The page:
8 Types of Indoor Palm Plants to Grow

an areca palm growing indoors

The Spruce / Alonda Baird

Because of their affinity for tropical climates, palms elicit feelings of peace and relaxation like no other plant can. No one ever looked at a palm and thought, "That reminds me to get the taxes done." Palm plants also lend a bold, tropical look to home interiors that is surprisingly easy to pull off. Most palms survive in the same conditions that we find comfortable: warm temperatures, average humidity, and moderate light. Plus, many of these slow-growing palm specimens need only occasional tending to reward you with their elegant dark green fronds. 

Here are eight of the best indoor palm plants to add a breezy, tropical feel to your home.

  • 01 of 08

    Chinese Fan Palm

    Chinese Fan Palm

    Ruben Holthuijsen/Flickr/CC BY 2.0

    The star-shaped leaves of the Livistona chinensis set it apart from other palms that have the more classical feathery frond leaves. Although a slow-growing palm, the mature height of the plant can reach 15 feet or greater, so it's worth seeking out the subglobosa dwarf cultivar if you plan on a permanent indoor setting. 

    Chinese fan palms do well in bright light, but younger plants tolerate shady locations. Water when the top of the soil feels dry. Choose a large pot that will accommodate the long tap root that the Chinese fan palm produces. Feed this palm once a year in the spring with a slow-release fertilizer. 

  • 02 of 08

    Areca Palm

    an areca palm growing indoors

    The Spruce / Alonda Baird 

    Also known as the bamboo palm, the areca palm Dypsis lutescens is popular because of its soft fronds and tolerance of low light. The areca palm prefers a moderate amount of water, although it does tolerate occasional drought. Plant your areca palm in fertile soil, and give it a monthly fertilizer application to maintain a lush look. 

  • 03 of 08

    Majestic Palm

    Majestic Palm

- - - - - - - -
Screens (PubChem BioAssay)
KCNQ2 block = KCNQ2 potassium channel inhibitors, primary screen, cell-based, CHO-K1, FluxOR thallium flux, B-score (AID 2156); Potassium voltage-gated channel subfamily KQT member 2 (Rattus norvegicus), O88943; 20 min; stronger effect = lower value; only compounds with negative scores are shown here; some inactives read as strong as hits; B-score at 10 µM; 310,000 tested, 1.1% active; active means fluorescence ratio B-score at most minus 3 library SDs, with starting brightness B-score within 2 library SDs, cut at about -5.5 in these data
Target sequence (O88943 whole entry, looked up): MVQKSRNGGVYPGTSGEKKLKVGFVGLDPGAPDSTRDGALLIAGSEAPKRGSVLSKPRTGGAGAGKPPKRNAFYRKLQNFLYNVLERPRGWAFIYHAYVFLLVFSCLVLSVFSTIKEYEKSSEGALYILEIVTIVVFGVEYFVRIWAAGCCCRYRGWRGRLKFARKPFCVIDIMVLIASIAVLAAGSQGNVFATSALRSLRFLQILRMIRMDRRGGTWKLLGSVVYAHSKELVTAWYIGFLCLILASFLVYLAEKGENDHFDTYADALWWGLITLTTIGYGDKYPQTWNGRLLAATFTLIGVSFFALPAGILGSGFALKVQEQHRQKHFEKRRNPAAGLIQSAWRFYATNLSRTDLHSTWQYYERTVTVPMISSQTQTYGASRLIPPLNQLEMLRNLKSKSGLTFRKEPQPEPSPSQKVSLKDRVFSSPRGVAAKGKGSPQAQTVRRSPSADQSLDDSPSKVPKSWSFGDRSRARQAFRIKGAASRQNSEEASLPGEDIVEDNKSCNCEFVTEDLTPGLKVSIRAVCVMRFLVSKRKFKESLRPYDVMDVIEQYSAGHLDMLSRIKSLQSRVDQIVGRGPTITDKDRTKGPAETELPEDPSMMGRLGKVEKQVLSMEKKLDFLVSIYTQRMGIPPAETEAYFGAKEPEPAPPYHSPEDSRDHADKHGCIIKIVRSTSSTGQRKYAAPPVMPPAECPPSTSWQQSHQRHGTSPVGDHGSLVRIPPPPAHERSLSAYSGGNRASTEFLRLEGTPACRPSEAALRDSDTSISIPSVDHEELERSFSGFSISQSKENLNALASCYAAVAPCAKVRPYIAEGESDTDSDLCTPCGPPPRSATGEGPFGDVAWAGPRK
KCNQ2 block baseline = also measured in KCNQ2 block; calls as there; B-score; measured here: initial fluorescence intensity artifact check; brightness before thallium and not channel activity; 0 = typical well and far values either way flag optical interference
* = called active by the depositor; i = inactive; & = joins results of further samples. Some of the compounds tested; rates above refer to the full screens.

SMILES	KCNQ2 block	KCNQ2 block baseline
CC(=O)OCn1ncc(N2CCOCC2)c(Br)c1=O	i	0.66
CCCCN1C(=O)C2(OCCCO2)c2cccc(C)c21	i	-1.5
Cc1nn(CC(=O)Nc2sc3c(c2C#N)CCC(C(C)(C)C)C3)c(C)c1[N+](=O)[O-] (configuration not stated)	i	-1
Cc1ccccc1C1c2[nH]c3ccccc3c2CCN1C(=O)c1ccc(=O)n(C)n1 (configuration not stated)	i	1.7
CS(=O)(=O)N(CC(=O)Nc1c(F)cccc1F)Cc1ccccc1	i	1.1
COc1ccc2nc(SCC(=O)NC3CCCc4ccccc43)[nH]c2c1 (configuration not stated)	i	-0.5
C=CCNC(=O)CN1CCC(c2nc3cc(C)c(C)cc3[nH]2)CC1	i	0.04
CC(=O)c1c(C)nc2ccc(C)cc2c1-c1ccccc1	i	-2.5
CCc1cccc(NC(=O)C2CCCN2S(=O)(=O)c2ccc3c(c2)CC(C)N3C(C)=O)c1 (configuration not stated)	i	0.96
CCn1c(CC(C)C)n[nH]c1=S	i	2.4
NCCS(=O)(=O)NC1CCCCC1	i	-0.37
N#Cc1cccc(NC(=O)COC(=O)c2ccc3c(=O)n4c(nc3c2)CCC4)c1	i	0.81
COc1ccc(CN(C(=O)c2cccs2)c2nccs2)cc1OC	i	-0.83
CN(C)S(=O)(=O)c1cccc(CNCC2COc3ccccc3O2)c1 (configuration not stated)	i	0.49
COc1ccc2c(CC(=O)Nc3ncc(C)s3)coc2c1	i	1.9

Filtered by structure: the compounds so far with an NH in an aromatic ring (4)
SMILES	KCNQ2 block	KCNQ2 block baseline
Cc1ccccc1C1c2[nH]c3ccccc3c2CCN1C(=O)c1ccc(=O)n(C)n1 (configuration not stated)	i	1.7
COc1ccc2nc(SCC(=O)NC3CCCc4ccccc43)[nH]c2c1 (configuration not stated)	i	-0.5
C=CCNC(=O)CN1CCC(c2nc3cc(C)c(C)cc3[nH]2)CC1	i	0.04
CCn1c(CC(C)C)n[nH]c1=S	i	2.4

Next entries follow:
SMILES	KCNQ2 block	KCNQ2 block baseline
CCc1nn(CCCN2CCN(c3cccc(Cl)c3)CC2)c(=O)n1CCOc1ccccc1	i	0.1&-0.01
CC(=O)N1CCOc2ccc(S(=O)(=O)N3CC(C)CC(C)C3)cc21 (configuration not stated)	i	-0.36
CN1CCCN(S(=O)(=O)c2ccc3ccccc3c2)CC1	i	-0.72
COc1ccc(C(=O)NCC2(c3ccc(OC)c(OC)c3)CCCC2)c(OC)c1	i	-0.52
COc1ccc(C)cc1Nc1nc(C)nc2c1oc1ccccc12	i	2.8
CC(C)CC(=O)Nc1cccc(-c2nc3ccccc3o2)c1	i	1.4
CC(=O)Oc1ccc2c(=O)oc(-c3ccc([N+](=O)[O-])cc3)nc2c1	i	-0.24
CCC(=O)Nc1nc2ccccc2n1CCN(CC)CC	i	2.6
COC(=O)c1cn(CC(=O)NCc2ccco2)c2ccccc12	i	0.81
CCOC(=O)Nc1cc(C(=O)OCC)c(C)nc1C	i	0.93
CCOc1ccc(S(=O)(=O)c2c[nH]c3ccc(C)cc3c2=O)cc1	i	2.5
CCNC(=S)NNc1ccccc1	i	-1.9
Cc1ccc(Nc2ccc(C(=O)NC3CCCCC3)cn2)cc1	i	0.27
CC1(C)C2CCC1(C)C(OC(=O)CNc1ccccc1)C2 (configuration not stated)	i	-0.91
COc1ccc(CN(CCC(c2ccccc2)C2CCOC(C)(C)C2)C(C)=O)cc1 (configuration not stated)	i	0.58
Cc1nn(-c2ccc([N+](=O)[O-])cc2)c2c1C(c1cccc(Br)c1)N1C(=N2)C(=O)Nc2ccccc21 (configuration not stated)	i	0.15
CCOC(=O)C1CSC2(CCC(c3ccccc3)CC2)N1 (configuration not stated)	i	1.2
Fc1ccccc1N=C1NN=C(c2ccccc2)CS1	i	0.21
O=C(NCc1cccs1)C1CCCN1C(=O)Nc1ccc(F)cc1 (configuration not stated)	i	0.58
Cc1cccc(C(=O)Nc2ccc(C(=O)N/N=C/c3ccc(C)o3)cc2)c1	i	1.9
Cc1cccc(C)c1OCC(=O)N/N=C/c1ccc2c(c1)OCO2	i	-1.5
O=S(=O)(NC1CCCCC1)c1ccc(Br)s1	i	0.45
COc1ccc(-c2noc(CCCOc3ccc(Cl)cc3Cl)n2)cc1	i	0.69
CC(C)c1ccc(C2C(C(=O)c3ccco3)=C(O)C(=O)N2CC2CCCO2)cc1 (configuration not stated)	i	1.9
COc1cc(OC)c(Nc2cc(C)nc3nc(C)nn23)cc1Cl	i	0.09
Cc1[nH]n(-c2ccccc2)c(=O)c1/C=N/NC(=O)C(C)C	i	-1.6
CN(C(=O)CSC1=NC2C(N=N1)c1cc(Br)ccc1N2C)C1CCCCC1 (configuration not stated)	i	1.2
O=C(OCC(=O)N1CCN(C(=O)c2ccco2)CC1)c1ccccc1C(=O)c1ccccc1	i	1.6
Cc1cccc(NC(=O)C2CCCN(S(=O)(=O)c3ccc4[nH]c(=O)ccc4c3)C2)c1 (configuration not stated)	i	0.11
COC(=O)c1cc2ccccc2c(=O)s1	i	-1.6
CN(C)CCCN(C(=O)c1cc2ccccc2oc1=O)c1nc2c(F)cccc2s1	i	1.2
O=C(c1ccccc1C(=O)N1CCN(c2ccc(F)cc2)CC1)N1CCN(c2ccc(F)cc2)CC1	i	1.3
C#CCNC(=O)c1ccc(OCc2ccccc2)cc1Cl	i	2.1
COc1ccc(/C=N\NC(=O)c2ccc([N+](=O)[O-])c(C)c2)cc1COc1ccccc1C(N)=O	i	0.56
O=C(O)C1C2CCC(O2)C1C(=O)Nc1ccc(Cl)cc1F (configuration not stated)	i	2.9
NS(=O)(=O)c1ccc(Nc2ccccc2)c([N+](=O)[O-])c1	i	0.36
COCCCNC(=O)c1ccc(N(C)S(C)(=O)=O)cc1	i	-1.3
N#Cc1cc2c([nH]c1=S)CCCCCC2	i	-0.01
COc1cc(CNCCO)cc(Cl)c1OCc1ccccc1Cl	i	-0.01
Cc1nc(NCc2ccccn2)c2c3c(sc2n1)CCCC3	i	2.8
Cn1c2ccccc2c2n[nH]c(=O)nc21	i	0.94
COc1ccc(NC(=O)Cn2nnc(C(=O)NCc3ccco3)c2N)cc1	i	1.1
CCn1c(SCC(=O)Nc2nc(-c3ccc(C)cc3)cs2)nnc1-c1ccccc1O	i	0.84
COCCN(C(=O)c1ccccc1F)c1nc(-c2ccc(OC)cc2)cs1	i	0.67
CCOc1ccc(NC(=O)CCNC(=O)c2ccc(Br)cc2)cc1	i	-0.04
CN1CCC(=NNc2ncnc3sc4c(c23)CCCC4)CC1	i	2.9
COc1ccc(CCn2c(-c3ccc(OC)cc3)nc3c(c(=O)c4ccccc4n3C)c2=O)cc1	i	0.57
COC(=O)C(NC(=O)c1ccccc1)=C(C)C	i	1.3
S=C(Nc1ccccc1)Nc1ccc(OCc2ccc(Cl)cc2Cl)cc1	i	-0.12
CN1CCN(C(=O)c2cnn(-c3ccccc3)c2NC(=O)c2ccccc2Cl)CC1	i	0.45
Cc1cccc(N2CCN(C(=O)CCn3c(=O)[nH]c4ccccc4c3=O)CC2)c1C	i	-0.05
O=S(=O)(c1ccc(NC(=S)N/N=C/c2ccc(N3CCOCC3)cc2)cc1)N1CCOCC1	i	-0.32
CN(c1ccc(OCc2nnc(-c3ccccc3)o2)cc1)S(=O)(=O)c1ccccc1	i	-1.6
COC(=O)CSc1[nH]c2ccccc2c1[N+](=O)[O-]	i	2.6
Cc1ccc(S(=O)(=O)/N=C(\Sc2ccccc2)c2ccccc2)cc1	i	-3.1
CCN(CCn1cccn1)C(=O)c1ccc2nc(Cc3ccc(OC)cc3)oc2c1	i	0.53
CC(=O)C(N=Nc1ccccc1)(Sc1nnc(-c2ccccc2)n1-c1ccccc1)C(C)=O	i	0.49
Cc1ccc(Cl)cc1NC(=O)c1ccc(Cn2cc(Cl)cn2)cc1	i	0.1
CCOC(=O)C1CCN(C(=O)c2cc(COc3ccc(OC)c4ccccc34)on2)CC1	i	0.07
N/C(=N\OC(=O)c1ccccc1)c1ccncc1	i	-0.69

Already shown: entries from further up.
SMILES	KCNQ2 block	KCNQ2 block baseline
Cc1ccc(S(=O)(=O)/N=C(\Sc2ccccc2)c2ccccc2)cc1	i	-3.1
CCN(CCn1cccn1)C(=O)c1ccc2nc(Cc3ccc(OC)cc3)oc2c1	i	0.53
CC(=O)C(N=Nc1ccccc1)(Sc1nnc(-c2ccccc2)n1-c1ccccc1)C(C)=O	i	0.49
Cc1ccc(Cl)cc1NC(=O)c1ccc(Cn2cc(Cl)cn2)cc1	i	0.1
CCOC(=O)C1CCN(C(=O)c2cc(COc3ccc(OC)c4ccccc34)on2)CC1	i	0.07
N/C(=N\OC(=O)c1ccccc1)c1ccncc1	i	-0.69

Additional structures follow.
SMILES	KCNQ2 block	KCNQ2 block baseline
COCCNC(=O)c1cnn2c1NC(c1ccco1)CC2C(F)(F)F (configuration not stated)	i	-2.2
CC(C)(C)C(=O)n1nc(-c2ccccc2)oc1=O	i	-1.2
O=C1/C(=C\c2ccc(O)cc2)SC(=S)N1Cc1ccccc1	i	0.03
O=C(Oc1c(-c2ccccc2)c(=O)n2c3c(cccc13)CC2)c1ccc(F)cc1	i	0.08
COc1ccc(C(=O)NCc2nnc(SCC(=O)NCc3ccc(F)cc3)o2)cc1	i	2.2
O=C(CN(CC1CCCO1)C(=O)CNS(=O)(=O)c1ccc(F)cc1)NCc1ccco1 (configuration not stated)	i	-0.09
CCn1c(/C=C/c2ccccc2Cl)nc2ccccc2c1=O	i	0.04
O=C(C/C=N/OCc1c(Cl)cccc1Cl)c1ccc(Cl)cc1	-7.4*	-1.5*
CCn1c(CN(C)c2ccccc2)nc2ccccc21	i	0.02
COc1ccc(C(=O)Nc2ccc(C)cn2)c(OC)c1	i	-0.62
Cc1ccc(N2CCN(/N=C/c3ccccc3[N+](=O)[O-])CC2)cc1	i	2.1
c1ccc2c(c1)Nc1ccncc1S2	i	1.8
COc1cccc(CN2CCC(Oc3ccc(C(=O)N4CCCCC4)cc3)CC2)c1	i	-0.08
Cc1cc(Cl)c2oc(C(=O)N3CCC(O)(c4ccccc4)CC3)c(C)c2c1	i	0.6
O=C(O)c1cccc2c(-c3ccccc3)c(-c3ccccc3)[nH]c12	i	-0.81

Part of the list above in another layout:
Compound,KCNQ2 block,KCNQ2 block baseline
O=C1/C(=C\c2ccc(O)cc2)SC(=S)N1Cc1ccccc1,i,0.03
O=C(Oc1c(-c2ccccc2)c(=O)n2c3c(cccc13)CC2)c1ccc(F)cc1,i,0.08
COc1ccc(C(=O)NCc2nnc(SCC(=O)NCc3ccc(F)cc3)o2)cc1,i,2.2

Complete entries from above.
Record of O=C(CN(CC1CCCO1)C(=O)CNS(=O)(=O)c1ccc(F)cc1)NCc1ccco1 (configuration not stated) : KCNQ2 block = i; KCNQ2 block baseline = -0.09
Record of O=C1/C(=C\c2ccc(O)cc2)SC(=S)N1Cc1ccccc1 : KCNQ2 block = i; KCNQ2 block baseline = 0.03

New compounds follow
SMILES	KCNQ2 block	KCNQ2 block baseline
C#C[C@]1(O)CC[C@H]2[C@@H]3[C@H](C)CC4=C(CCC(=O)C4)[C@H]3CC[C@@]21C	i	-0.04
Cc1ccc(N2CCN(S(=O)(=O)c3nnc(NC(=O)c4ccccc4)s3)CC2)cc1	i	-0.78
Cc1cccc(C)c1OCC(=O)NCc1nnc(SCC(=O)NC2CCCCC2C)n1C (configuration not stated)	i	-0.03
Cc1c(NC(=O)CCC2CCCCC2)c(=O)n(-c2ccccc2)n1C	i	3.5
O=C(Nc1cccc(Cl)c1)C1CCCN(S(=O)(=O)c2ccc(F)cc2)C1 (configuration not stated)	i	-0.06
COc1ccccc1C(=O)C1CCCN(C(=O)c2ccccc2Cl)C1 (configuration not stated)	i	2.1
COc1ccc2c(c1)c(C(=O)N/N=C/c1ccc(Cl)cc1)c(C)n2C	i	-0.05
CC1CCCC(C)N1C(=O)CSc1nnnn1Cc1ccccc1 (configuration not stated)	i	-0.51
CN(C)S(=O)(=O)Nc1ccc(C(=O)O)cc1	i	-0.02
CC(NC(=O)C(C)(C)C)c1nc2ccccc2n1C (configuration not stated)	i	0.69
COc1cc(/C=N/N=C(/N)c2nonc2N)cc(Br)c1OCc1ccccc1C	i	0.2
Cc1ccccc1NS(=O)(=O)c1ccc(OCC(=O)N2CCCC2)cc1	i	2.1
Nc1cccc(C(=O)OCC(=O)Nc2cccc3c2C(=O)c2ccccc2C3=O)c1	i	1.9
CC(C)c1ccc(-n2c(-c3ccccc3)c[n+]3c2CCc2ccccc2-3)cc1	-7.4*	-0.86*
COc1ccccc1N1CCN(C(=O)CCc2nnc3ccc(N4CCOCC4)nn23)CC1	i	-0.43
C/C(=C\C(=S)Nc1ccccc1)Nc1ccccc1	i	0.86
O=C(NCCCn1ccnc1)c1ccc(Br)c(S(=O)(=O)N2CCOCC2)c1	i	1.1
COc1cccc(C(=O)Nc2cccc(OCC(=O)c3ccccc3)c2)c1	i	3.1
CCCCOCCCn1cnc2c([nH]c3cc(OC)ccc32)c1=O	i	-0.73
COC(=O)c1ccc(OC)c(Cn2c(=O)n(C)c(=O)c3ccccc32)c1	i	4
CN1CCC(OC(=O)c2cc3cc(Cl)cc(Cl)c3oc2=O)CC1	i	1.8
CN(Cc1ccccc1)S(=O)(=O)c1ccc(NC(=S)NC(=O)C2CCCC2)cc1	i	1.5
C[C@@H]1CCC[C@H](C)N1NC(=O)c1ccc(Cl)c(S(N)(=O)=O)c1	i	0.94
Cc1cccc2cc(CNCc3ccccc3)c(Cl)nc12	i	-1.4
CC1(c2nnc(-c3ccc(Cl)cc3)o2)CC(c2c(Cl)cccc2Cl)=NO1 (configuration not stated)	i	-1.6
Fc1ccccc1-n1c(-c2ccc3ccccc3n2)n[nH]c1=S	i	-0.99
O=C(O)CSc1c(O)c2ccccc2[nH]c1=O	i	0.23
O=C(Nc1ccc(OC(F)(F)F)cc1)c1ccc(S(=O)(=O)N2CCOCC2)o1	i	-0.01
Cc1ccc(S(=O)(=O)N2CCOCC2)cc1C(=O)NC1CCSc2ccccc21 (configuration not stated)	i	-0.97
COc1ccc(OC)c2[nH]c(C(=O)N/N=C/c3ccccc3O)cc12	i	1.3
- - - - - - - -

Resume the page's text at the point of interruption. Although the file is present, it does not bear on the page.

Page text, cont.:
weta2000nz/Flickr/Public Domain 1.0 

    The majestic palm (Ravenea rivularis) has two positive qualities that make it ideal as an indoor houseplant: it is very shade tolerant, and it is a slow grower. However, you must be aware of two drawbacks of this palm: it needs constant moisture and humidity, and it will outgrow an indoor space over time. If you can keep your majestic palm in a reasonably moist area, like the kitchen or bathroom, then you can look forward to cultivating a graceful stand of dark green fronds that will add life to an empty corner of your home. 

  • 04 of 08

    Cascade Palm

    Cascade Palm

    Forest and Kim Starr/Flickr/CC BY 2.0

    As opposed to some palm trees that feature a central trunk, the Chamaedorea cataractarum is a very full palm plant with an abundance of fronds growing in a four-foot tall clump. In its native habitat the cascade palm thrives along streams and in wet lowlands, so you must irrigate it accordingly in your home. Cascade palms are understory plants that are happy in the shade, and will expand in their pots, giving you new plant material to propagate by division. 

    Continue to 5 of 8 below.
  • 05 of 08

    Parlor Palm

    Parlor Palms

     Johner Images/Getty Images

    As the name suggests, few palms are more suitable for indoor growing than the parlor palm (Chamaedorea elegans). The parlor palm grows in average indoor light (or even artificial light) and temperatures and requires no pruning other than an occasional tidying of spent branches. Parlor palms flourish in above average humidity and may attract spider mites if conditions are very dry. 

  • 06 of 08

    Ponytail Palm

    Ponytail Palm

    Maja Dumat/Flickr/CC BY 2.0

    Even the smallest indoor spaces have room for the ponytail palm (Beaucarnea recurvata), with its short sturdy trunk and gracefully arching leaves. The swollen trunk base isn't just ornamental; it functions as a water reservoir for the palm, making it extra drought tolerant. Give your ponytail palm a bright location for best plant health. It's fine for the ponytail palm to become a little root bound; in fact, this can keep growth manageable for a tabletop specimen. 

  • 07 of 08

    Sago Palm

    Sago Palm

     Nathan Blaney/Getty Images

    If the Cycas revoluta is your first introduction to the world of indoor palms, you're in for a treat. Stiff fronds grow in an upright habit from a short, shaggy trunk that resembles a pineapple. This palm is slow-growing and shines when given a site with strong light. Water your sago palm sparingly to avoid problems with crown rot. If you've grown your sago palm successfully for years only to experience sudden plant loss, don't feel bad: the plant has a natural lifespan of about 15 years. 

  • 08 of 08

    Yucca Palm

    Stick Yucca

    Juan Ignacio 1976/Flickr/CC BY-SA 2.0 

    When it comes to growing yucca palms indoors, this is a case where paying attention to the Latin name is very important. The Yucca aloifolia, also known as the Spanish bayonet, sports razor-sharp leaves and belongs outdoors. Yucca elephantipes is the spineless yucca palm, and while its leaves do have a pointy tip, the plant is unlikely to draw blood, unlike its spiny cousin. 

    You might also see the indoor yucca palm sold under the name "stick yucca." Tough strappy green leaves emerge from an attractive trunk on the yucca palm. Plants are very drought tolerant and grow in full sun or partial shade. Fun fact: The blooms of Yucca elephantipes are edible, and the leaves are a great source of vitamin C as well.